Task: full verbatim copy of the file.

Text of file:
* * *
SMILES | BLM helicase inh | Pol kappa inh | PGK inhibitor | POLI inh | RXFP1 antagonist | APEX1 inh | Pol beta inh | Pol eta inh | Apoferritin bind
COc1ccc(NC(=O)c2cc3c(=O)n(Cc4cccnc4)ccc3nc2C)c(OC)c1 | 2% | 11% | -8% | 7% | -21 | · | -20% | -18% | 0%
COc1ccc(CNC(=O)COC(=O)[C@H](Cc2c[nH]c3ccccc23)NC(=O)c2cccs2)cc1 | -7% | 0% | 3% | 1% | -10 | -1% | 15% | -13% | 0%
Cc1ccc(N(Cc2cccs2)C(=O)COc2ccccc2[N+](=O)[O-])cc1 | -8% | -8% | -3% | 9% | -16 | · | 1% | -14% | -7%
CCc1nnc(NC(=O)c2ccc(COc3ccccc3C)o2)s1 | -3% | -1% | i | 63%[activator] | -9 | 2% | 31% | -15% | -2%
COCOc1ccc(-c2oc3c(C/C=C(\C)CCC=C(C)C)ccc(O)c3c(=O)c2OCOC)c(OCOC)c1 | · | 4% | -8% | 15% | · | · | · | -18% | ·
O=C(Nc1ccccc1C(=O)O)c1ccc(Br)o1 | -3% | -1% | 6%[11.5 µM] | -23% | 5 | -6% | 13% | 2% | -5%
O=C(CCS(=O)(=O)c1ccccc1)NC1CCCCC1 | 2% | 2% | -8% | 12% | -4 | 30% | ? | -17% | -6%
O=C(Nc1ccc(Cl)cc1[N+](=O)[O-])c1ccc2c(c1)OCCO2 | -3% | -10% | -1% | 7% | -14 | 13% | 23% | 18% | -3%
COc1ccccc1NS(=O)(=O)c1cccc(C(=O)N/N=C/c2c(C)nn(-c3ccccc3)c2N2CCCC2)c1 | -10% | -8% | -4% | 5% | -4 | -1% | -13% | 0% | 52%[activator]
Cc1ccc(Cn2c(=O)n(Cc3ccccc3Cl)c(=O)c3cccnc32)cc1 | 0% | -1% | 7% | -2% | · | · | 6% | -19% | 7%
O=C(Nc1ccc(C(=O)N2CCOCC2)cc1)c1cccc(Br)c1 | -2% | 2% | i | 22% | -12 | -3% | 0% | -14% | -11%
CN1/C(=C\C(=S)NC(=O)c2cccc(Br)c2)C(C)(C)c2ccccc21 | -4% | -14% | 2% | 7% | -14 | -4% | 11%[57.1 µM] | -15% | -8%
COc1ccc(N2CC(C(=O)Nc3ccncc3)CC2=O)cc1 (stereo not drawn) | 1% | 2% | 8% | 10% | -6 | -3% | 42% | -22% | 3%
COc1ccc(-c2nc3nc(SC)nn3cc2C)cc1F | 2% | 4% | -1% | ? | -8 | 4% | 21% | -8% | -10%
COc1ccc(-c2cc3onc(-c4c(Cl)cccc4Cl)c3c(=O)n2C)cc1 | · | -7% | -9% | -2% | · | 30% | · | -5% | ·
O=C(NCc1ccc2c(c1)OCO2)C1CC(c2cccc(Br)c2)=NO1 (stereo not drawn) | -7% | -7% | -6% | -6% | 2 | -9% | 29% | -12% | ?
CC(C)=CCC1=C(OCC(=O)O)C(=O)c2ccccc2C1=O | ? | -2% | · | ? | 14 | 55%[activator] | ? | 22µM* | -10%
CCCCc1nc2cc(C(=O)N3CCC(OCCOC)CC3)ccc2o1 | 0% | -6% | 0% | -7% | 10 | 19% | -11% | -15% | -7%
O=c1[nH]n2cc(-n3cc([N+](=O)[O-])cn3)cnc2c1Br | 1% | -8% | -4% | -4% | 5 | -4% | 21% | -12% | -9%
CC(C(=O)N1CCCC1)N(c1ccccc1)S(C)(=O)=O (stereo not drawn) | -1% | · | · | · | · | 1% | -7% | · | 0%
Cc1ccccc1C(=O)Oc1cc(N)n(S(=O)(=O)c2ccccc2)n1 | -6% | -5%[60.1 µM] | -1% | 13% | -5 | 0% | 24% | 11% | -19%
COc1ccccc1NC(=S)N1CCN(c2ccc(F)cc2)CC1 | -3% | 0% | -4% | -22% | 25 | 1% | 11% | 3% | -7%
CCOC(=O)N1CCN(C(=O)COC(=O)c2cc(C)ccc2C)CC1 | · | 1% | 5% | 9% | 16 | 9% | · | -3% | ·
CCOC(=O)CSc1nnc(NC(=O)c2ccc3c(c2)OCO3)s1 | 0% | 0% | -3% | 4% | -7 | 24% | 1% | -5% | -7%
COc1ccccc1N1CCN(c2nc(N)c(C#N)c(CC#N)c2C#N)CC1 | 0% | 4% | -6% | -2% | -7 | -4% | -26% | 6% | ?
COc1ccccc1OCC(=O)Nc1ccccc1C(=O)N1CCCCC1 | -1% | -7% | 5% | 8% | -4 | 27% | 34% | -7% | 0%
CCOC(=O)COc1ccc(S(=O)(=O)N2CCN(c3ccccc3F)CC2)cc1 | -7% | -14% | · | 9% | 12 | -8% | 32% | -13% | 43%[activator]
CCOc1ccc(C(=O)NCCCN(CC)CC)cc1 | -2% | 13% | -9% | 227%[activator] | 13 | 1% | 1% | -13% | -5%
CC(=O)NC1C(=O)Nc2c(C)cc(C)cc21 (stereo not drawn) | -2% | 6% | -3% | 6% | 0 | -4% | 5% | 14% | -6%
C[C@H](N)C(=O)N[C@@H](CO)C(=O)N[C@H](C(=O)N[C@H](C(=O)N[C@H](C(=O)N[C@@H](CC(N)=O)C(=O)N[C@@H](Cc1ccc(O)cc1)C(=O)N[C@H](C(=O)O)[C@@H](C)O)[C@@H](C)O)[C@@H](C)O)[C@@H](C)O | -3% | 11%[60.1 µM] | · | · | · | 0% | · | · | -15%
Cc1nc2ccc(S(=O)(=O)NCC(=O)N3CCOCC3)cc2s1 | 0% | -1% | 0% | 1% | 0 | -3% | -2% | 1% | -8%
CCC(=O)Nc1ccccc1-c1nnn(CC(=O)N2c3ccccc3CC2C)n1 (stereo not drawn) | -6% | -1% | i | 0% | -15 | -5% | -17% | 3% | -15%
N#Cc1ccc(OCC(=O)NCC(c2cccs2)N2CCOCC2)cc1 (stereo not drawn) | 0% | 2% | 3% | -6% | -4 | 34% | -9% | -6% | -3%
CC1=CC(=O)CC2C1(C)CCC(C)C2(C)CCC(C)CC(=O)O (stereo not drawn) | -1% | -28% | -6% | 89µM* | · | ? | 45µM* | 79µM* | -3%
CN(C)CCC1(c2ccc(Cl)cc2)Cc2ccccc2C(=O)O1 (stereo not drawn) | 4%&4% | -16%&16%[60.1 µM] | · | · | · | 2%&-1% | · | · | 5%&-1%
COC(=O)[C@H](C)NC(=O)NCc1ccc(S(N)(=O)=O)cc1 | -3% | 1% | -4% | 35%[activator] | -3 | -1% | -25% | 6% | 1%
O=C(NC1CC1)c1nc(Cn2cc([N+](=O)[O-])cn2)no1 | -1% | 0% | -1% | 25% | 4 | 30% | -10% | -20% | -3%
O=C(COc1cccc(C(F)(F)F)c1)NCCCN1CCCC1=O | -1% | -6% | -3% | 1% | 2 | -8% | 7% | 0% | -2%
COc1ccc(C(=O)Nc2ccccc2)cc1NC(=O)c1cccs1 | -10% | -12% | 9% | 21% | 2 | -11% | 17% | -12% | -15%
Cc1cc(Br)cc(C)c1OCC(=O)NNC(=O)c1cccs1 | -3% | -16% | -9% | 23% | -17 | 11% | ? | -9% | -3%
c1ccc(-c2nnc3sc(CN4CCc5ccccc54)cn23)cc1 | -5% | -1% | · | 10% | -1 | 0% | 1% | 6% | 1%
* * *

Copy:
SMILES | BLM helicase inh | Pol kappa inh | PGK inhibitor | POLI inh | RXFP1 antagonist | APEX1 inh | Pol beta inh | Pol eta inh | Apoferritin bind
COc1ccc(NC(=O)c2cc3c(=O)n(Cc4cccnc4)ccc3nc2C)c(OC)c1 | 2% | 11% | -8% | 7% | -21 | · | -20% | -18% | 0%
COc1ccc(CNC(=O)COC(=O)[C@H](Cc2c[nH]c3ccccc23)NC(=O)c2cccs2)cc1 | -7% | 0% | 3% | 1% | -10 | -1% | 15% | -13% | 0%
Cc1ccc(N(Cc2cccs2)C(=O)COc2ccccc2[N+](=O)[O-])cc1 | -8% | -8% | -3% | 9% | -16 | · | 1% | -14% | -7%
CCc1nnc(NC(=O)c2ccc(COc3ccccc3C)o2)s1 | -3% | -1% | i | 63%[activator] | -9 | 2% | 31% | -15% | -2%
COCOc1ccc(-c2oc3c(C/C=C(\C)CCC=C(C)C)ccc(O)c3c(=O)c2OCOC)c(OCOC)c1 | · | 4% | -8% | 15% | · | · | · | -18% | ·
O=C(Nc1ccccc1C(=O)O)c1ccc(Br)o1 | -3% | -1% | 6%[11.5 µM] | -23% | 5 | -6% | 13% | 2% | -5%
O=C(CCS(=O)(=O)c1ccccc1)NC1CCCCC1 | 2% | 2% | -8% | 12% | -4 | 30% | ? | -17% | -6%
O=C(Nc1ccc(Cl)cc1[N+](=O)[O-])c1ccc2c(c1)OCCO2 | -3% | -10% | -1% | 7% | -14 | 13% | 23% | 18% | -3%
COc1ccccc1NS(=O)(=O)c1cccc(C(=O)N/N=C/c2c(C)nn(-c3ccccc3)c2N2CCCC2)c1 | -10% | -8% | -4% | 5% | -4 | -1% | -13% | 0% | 52%[activator]
Cc1ccc(Cn2c(=O)n(Cc3ccccc3Cl)c(=O)c3cccnc32)cc1 | 0% | -1% | 7% | -2% | · | · | 6% | -19% | 7%
O=C(Nc1ccc(C(=O)N2CCOCC2)cc1)c1cccc(Br)c1 | -2% | 2% | i | 22% | -12 | -3% | 0% | -14% | -11%
CN1/C(=C\C(=S)NC(=O)c2cccc(Br)c2)C(C)(C)c2ccccc21 | -4% | -14% | 2% | 7% | -14 | -4% | 11%[57.1 µM] | -15% | -8%
COc1ccc(N2CC(C(=O)Nc3ccncc3)CC2=O)cc1 (stereo not drawn) | 1% | 2% | 8% | 10% | -6 | -3% | 42% | -22% | 3%
COc1ccc(-c2nc3nc(SC)nn3cc2C)cc1F | 2% | 4% | -1% | ? | -8 | 4% | 21% | -8% | -10%
COc1ccc(-c2cc3onc(-c4c(Cl)cccc4Cl)c3c(=O)n2C)cc1 | · | -7% | -9% | -2% | · | 30% | · | -5% | ·
O=C(NCc1ccc2c(c1)OCO2)C1CC(c2cccc(Br)c2)=NO1 (stereo not drawn) | -7% | -7% | -6% | -6% | 2 | -9% | 29% | -12% | ?
CC(C)=CCC1=C(OCC(=O)O)C(=O)c2ccccc2C1=O | ? | -2% | · | ? | 14 | 55%[activator] | ? | 22µM* | -10%
CCCCc1nc2cc(C(=O)N3CCC(OCCOC)CC3)ccc2o1 | 0% | -6% | 0% | -7% | 10 | 19% | -11% | -15% | -7%
O=c1[nH]n2cc(-n3cc([N+](=O)[O-])cn3)cnc2c1Br | 1% | -8% | -4% | -4% | 5 | -4% | 21% | -12% | -9%
CC(C(=O)N1CCCC1)N(c1ccccc1)S(C)(=O)=O (stereo not drawn) | -1% | · | · | · | · | 1% | -7% | · | 0%
Cc1ccccc1C(=O)Oc1cc(N)n(S(=O)(=O)c2ccccc2)n1 | -6% | -5%[60.1 µM] | -1% | 13% | -5 | 0% | 24% | 11% | -19%
COc1ccccc1NC(=S)N1CCN(c2ccc(F)cc2)CC1 | -3% | 0% | -4% | -22% | 25 | 1% | 11% | 3% | -7%
CCOC(=O)N1CCN(C(=O)COC(=O)c2cc(C)ccc2C)CC1 | · | 1% | 5% | 9% | 16 | 9% | · | -3% | ·
CCOC(=O)CSc1nnc(NC(=O)c2ccc3c(c2)OCO3)s1 | 0% | 0% | -3% | 4% | -7 | 24% | 1% | -5% | -7%
COc1ccccc1N1CCN(c2nc(N)c(C#N)c(CC#N)c2C#N)CC1 | 0% | 4% | -6% | -2% | -7 | -4% | -26% | 6% | ?
COc1ccccc1OCC(=O)Nc1ccccc1C(=O)N1CCCCC1 | -1% | -7% | 5% | 8% | -4 | 27% | 34% | -7% | 0%
CCOC(=O)COc1ccc(S(=O)(=O)N2CCN(c3ccccc3F)CC2)cc1 | -7% | -14% | · | 9% | 12 | -8% | 32% | -13% | 43%[activator]
CCOc1ccc(C(=O)NCCCN(CC)CC)cc1 | -2% | 13% | -9% | 227%[activator] | 13 | 1% | 1% | -13% | -5%
CC(=O)NC1C(=O)Nc2c(C)cc(C)cc21 (stereo not drawn) | -2% | 6% | -3% | 6% | 0 | -4% | 5% | 14% | -6%
C[C@H](N)C(=O)N[C@@H](CO)C(=O)N[C@H](C(=O)N[C@H](C(=O)N[C@H](C(=O)N[C@@H](CC(N)=O)C(=O)N[C@@H](Cc1ccc(O)cc1)C(=O)N[C@H](C(=O)O)[C@@H](C)O)[C@@H](C)O)[C@@H](C)O)[C@@H](C)O | -3% | 11%[60.1 µM] | · | · | · | 0% | · | · | -15%
Cc1nc2ccc(S(=O)(=O)NCC(=O)N3CCOCC3)cc2s1 | 0% | -1% | 0% | 1% | 0 | -3% | -2% | 1% | -8%
CCC(=O)Nc1ccccc1-c1nnn(CC(=O)N2c3ccccc3CC2C)n1 (stereo not drawn) | -6% | -1% | i | 0% | -15 | -5% | -17% | 3% | -15%
N#Cc1ccc(OCC(=O)NCC(c2cccs2)N2CCOCC2)cc1 (stereo not drawn) | 0% | 2% | 3% | -6% | -4 | 34% | -9% | -6% | -3%
CC1=CC(=O)CC2C1(C)CCC(C)C2(C)CCC(C)CC(=O)O (stereo not drawn) | -1% | -28% | -6% | 89µM* | · | ? | 45µM* | 79µM* | -3%
CN(C)CCC1(c2ccc(Cl)cc2)Cc2ccccc2C(=O)O1 (stereo not drawn) | 4%&4% | -16%&16%[60.1 µM] | · | · | · | 2%&-1% | · | · | 5%&-1%
COC(=O)[C@H](C)NC(=O)NCc1ccc(S(N)(=O)=O)cc1 | -3% | 1% | -4% | 35%[activator] | -3 | -1% | -25% | 6% | 1%
O=C(NC1CC1)c1nc(Cn2cc([N+](=O)[O-])cn2)no1 | -1% | 0% | -1% | 25% | 4 | 30% | -10% | -20% | -3%
O=C(COc1cccc(C(F)(F)F)c1)NCCCN1CCCC1=O | -1% | -6% | -3% | 1% | 2 | -8% | 7% | 0% | -2%
COc1ccc(C(=O)Nc2ccccc2)cc1NC(=O)c1cccs1 | -10% | -12% | 9% | 21% | 2 | -11% | 17% | -12% | -15%
Cc1cc(Br)cc(C)c1OCC(=O)NNC(=O)c1cccs1 | -3% | -16% | -9% | 23% | -17 | 11% | ? | -9% | -3%
c1ccc(-c2nnc3sc(CN4CCc5ccccc54)cn23)cc1 | -5% | -1% | · | 10% | -1 | 0% | 1% | 6% | 1%